Between the Acts

John Haber
in New York City

Tom Wesselmann: Beyond the Nude

Philip Guston: Beyond Abstraction

How do you get from figuration to abstraction? For much of the twentieth century, it became a two-sided puzzle.

What could make abstraction relevant for viewers? What could make it relevant for artists trained on experiments in seeing and structuring reality, from Impression to Cubism, Expressionism, beyond? Yet it became as urgent as a new American art. It seemed the very fulfillment of modern art at that—and as much an American vernacular as a comic strip. Tom Wesselmann's Great American Nude #19 (Mitchell-Innes and Nash, 1961)In other words, it got real. And then things turned around.

Both Tom Wesselmann and Philip Guston turned it around. Pop Art had come to the fore, but these artists saw something else again. They focused on human figures, including the Great American Nude, the anxious artist, and the still life to accompany both. They produced something larger and smaller than either pop culture or life, and who was to say which? Now two shows hope to catch them in the act, and it turns out to involve the figure as an extension of palpable brushwork. For Wesselman the nude is one promise among others, while for Guston abstraction has first to take on physical dimensions earlier lacking in his art.

A greater America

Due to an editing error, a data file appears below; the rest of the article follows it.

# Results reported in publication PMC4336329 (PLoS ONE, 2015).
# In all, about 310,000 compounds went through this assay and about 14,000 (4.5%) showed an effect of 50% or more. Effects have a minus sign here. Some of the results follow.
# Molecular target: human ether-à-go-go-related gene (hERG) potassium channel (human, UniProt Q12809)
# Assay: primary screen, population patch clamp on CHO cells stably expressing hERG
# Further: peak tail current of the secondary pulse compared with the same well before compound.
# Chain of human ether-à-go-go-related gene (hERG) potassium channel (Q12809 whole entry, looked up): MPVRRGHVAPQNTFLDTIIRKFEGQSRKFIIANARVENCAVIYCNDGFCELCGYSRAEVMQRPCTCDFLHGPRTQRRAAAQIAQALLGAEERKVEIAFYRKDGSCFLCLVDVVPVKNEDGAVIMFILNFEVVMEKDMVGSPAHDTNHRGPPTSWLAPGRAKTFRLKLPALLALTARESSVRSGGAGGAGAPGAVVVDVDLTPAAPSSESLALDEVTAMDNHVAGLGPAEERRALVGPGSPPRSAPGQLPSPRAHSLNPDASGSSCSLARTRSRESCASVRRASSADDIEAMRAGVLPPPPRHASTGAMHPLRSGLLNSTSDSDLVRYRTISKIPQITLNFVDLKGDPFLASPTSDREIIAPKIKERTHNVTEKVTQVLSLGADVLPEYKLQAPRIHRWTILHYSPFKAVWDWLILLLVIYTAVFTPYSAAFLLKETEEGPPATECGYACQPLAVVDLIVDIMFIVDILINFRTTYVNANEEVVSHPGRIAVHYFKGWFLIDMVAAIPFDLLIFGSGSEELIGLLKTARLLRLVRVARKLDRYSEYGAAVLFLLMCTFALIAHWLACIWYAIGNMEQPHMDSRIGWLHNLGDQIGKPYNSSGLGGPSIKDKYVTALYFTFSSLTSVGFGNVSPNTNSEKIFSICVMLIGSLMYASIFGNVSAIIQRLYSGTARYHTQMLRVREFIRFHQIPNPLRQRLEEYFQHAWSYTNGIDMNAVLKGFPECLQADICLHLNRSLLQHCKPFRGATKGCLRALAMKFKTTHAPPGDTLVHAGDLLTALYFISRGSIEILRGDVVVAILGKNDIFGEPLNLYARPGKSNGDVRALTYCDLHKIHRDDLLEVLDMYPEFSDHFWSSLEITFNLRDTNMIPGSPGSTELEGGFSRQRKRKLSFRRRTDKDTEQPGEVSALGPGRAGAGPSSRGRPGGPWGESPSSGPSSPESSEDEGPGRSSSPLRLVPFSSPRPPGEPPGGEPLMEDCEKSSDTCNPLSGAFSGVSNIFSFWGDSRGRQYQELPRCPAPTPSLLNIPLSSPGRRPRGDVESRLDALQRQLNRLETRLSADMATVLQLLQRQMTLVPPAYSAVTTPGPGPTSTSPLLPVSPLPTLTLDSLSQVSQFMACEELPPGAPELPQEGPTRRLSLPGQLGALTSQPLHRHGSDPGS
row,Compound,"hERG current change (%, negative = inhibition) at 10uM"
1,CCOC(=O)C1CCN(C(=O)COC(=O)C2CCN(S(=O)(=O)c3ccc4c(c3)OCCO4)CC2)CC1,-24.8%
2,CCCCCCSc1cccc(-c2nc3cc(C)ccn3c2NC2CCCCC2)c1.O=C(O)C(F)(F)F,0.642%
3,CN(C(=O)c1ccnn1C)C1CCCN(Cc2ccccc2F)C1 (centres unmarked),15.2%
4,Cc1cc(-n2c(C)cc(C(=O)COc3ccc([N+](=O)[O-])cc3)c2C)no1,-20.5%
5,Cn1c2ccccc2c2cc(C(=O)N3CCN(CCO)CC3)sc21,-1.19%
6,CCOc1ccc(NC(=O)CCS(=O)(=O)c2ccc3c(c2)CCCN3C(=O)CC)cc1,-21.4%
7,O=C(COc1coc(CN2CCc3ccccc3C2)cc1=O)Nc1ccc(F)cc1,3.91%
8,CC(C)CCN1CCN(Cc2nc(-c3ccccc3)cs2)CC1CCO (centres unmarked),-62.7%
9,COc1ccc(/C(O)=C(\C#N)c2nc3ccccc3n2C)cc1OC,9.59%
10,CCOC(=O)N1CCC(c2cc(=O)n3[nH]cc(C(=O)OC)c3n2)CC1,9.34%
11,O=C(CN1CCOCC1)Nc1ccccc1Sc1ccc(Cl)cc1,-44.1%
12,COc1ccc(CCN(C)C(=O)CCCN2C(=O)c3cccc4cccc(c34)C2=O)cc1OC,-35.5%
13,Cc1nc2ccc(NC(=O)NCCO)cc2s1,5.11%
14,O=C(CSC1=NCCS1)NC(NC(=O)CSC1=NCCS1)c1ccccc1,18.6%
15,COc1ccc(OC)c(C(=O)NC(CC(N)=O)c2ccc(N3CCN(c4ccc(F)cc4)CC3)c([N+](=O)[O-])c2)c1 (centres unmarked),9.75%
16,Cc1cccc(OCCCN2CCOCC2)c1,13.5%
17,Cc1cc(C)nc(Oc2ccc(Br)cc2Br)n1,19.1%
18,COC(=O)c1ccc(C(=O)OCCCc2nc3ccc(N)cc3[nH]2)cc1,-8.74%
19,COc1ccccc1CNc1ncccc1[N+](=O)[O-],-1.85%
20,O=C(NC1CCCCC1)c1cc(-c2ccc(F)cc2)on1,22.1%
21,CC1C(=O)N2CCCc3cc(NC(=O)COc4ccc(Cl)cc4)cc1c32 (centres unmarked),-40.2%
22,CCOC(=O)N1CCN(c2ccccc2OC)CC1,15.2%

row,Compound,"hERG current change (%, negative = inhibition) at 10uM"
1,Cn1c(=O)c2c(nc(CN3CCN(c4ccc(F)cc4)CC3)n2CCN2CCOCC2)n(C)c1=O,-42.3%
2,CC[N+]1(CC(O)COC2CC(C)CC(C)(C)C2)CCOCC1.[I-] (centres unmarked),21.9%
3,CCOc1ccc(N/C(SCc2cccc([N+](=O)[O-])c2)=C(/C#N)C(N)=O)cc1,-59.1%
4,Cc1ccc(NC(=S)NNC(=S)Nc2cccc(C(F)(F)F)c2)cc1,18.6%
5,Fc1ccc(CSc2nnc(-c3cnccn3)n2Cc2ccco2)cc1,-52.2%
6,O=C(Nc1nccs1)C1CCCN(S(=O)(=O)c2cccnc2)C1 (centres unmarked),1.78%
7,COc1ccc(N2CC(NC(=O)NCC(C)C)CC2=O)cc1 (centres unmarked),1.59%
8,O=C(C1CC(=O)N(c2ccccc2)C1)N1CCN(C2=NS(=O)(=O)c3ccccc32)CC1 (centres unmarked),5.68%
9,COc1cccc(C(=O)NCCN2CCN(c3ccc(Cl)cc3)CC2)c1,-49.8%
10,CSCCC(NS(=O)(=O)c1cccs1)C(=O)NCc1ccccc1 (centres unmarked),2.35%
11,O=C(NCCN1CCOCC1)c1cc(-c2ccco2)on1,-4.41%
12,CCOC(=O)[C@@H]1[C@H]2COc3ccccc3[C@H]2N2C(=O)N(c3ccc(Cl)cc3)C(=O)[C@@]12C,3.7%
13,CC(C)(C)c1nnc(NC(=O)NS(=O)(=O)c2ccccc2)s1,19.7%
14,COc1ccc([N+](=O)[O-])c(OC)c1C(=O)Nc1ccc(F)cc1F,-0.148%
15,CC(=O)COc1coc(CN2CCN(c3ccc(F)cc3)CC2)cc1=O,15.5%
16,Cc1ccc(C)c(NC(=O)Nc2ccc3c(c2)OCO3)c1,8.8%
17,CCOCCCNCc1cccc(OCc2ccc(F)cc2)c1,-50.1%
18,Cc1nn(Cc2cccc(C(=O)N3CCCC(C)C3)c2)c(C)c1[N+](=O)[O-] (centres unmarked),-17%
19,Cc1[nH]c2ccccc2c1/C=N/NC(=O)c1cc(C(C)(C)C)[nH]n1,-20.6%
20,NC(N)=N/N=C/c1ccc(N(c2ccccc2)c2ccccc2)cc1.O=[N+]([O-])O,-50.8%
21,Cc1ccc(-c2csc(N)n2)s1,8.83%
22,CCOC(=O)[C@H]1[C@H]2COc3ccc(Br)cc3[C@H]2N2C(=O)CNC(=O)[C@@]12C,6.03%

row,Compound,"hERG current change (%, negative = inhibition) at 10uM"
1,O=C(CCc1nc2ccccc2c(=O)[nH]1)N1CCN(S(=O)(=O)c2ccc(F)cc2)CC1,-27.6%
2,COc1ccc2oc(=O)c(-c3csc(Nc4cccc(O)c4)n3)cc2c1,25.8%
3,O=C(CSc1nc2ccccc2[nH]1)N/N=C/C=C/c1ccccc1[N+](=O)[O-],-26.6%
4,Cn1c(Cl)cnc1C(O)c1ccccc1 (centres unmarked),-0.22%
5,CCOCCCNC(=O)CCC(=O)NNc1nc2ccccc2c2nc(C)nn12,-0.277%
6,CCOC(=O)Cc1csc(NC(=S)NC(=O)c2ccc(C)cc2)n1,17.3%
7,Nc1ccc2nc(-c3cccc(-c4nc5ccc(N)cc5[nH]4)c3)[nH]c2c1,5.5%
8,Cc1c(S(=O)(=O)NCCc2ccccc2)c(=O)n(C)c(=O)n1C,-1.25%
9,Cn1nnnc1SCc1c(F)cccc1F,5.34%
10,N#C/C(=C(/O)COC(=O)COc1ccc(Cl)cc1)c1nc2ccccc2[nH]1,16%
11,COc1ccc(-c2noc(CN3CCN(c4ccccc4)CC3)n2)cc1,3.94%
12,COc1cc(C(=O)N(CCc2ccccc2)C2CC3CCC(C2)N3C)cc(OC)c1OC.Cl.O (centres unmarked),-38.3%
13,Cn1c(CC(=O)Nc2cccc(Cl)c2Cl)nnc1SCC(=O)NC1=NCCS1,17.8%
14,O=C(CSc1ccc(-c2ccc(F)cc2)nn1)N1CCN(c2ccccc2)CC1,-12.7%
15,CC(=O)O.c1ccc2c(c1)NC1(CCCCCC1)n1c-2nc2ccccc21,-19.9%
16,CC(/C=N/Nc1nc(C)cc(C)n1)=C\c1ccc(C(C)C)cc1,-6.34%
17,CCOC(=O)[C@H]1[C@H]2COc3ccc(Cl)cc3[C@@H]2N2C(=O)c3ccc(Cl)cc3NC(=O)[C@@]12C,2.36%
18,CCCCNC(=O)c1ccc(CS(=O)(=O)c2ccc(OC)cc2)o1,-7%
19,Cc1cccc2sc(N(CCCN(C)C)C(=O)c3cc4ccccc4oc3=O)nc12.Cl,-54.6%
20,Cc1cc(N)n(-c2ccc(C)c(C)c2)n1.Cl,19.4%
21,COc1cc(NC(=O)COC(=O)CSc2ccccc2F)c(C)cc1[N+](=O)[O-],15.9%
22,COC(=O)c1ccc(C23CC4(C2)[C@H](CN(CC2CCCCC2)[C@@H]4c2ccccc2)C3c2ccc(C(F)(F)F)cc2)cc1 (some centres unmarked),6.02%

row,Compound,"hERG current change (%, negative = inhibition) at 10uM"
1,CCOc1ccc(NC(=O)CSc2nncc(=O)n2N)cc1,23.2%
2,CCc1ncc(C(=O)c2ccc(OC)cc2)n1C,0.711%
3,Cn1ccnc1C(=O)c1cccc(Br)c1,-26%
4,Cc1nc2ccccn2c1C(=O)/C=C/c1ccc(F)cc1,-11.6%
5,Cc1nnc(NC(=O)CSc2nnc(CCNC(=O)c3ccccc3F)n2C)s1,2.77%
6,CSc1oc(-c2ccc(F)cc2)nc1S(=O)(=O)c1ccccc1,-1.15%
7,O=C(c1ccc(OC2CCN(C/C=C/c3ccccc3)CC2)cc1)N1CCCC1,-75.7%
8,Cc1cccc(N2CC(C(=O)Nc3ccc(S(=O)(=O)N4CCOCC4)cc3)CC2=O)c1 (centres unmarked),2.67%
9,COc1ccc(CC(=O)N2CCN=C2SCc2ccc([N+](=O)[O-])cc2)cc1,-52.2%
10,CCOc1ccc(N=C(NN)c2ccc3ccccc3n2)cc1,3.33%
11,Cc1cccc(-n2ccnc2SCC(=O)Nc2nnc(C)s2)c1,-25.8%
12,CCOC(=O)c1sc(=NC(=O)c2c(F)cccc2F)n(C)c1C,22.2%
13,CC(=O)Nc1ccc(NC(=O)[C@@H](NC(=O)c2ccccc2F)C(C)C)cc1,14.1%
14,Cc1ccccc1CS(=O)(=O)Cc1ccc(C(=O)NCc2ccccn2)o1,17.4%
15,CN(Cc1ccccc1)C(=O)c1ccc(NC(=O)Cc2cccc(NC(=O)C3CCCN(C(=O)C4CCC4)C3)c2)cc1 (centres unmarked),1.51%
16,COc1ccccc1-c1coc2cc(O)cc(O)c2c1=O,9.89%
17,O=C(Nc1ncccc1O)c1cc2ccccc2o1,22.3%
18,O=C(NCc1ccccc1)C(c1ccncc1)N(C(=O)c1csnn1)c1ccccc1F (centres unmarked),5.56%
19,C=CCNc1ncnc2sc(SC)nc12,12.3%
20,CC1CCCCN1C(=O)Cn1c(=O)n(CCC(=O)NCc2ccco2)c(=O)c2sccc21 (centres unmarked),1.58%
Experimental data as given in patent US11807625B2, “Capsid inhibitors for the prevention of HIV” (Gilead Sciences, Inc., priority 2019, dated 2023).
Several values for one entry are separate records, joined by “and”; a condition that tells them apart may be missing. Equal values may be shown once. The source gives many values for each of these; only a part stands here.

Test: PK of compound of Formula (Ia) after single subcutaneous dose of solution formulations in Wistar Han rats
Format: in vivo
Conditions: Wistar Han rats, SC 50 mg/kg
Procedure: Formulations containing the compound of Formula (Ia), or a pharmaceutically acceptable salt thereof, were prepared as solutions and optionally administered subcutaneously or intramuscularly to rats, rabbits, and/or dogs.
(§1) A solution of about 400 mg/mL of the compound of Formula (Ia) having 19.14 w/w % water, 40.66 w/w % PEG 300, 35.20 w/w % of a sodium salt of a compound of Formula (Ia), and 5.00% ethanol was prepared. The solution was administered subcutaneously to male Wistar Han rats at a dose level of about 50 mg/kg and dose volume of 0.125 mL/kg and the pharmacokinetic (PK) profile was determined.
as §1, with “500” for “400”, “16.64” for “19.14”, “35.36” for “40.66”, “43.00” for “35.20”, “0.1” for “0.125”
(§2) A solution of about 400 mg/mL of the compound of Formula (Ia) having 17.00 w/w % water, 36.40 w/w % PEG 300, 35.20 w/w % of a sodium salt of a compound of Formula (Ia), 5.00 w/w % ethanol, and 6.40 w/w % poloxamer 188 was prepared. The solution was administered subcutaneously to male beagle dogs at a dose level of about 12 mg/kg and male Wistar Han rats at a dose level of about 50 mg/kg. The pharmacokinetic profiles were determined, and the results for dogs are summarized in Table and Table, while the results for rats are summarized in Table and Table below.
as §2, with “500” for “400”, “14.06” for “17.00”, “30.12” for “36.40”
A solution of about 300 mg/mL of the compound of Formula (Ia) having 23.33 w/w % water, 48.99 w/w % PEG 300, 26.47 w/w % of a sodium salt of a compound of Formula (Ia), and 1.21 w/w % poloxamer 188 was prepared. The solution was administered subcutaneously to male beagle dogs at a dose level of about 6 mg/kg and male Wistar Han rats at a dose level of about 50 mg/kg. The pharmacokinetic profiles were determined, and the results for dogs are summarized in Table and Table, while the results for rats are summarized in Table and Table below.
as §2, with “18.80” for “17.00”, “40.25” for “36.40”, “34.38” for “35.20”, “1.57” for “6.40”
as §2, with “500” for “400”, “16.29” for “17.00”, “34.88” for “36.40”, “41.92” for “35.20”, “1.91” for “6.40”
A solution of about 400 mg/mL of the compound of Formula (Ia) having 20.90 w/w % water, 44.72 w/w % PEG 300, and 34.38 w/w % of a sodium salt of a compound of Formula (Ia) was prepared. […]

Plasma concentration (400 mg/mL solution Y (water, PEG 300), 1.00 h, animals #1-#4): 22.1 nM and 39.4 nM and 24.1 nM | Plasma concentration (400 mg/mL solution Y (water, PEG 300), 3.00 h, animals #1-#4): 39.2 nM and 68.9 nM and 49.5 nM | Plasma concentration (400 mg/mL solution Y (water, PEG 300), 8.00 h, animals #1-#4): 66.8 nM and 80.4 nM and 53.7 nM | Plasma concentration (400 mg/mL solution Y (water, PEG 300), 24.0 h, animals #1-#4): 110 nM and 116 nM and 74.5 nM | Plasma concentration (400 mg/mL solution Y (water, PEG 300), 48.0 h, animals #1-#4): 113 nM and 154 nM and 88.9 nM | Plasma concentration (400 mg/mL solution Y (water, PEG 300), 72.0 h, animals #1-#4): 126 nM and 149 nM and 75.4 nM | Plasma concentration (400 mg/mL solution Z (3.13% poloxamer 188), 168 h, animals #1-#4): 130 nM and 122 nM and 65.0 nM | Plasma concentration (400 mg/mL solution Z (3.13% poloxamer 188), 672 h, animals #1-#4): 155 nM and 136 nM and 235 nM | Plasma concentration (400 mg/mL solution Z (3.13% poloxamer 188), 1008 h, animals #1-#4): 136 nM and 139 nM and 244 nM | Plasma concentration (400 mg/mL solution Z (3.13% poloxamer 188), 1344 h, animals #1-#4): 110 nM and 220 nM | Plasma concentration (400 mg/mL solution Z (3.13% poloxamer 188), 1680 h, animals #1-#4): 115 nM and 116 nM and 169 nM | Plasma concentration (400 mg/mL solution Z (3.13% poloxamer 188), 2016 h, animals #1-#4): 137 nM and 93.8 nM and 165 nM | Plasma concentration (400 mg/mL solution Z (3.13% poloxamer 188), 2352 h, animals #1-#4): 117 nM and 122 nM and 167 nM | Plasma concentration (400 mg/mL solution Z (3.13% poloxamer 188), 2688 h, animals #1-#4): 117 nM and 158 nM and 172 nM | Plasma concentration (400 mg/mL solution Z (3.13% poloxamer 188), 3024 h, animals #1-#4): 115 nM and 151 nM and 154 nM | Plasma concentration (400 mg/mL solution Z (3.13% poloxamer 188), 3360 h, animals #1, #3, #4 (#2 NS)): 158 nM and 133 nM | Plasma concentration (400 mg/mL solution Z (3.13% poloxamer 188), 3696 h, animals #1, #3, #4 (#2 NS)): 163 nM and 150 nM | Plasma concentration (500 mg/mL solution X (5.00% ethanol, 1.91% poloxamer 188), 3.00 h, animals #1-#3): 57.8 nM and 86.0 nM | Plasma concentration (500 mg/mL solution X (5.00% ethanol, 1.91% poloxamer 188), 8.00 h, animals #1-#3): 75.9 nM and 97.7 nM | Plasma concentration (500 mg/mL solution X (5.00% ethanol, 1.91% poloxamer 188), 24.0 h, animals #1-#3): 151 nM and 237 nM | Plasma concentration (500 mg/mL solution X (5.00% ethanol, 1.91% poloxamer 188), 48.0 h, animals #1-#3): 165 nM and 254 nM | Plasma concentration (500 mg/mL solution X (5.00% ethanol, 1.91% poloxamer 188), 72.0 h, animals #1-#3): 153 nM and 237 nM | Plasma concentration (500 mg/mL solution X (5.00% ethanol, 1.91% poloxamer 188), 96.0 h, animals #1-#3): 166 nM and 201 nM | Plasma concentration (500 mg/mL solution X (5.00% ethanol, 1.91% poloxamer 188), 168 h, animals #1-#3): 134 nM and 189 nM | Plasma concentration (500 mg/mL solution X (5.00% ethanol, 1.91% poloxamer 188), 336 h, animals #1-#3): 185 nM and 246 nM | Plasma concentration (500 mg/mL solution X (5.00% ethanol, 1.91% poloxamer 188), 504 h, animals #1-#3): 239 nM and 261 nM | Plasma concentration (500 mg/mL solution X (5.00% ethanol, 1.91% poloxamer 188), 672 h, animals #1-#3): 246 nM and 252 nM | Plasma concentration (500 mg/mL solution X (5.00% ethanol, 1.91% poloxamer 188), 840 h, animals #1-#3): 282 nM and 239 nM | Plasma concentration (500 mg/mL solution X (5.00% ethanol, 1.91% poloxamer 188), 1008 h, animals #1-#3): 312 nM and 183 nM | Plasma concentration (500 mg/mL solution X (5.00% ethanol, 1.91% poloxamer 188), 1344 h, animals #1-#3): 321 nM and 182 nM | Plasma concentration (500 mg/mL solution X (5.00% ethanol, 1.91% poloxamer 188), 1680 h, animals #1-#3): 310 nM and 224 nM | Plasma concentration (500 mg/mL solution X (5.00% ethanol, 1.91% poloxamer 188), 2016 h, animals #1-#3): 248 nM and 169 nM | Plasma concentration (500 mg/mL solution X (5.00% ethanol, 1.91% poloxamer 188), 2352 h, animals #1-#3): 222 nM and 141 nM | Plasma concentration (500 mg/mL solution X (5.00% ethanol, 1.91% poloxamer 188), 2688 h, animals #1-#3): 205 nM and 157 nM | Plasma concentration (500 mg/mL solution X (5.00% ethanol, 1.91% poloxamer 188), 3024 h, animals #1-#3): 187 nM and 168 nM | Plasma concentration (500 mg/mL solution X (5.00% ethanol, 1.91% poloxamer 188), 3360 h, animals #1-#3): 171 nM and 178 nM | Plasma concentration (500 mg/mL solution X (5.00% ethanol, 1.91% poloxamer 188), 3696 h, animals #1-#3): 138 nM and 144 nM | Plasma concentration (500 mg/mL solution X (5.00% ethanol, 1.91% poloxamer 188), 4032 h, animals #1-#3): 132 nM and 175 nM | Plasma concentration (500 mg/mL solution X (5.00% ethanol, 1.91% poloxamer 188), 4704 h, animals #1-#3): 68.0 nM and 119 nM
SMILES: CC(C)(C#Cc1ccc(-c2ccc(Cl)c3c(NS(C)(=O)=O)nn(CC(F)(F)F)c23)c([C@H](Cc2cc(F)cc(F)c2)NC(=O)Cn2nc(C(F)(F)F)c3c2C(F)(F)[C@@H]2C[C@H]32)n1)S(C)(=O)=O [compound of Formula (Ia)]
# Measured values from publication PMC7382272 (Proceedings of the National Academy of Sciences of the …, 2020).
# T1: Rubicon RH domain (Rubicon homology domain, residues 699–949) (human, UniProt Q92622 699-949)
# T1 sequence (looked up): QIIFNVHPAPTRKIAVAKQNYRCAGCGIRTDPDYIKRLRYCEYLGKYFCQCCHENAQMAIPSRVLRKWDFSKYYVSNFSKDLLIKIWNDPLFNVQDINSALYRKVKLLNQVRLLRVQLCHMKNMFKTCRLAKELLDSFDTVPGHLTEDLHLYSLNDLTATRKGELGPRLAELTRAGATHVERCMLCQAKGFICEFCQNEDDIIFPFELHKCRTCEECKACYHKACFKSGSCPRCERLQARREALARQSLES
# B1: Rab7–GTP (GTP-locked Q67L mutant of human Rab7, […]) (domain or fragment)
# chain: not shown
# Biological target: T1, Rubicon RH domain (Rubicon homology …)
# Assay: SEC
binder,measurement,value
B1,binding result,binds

After Tom Wesselmann, would anyone dare call a painting Great American Nude? It took daring even for him. His nudes, flush with color and ever so close to the picture plane, did much to define Pop Art as an art of sheer pleasure. They pick up on one side of Abstract Expressionism, as an art of pure sensation, while leaving the baggage of Modernism behind seemingly once and for all. They have the feel of a magazine spread, with all its promise of accessibility and unlimited consumption. And then they fight back.

It would take irony, too—because anything less would be awfully sexist. His generation could still dream of writing the great American novel, like John Updike or Philip Roth, both less than two years younger and both, not coincidentally, men with an attitude problem. Beginning a career alongside the space race, he could also dream of a greater America. Now a gallery surveys that career, from one of Wesselmann's first nudes 1961, at age thirty, to his death in 2004. It wants you to know two things: those nudes were not just a phase, and there was much more to him as well.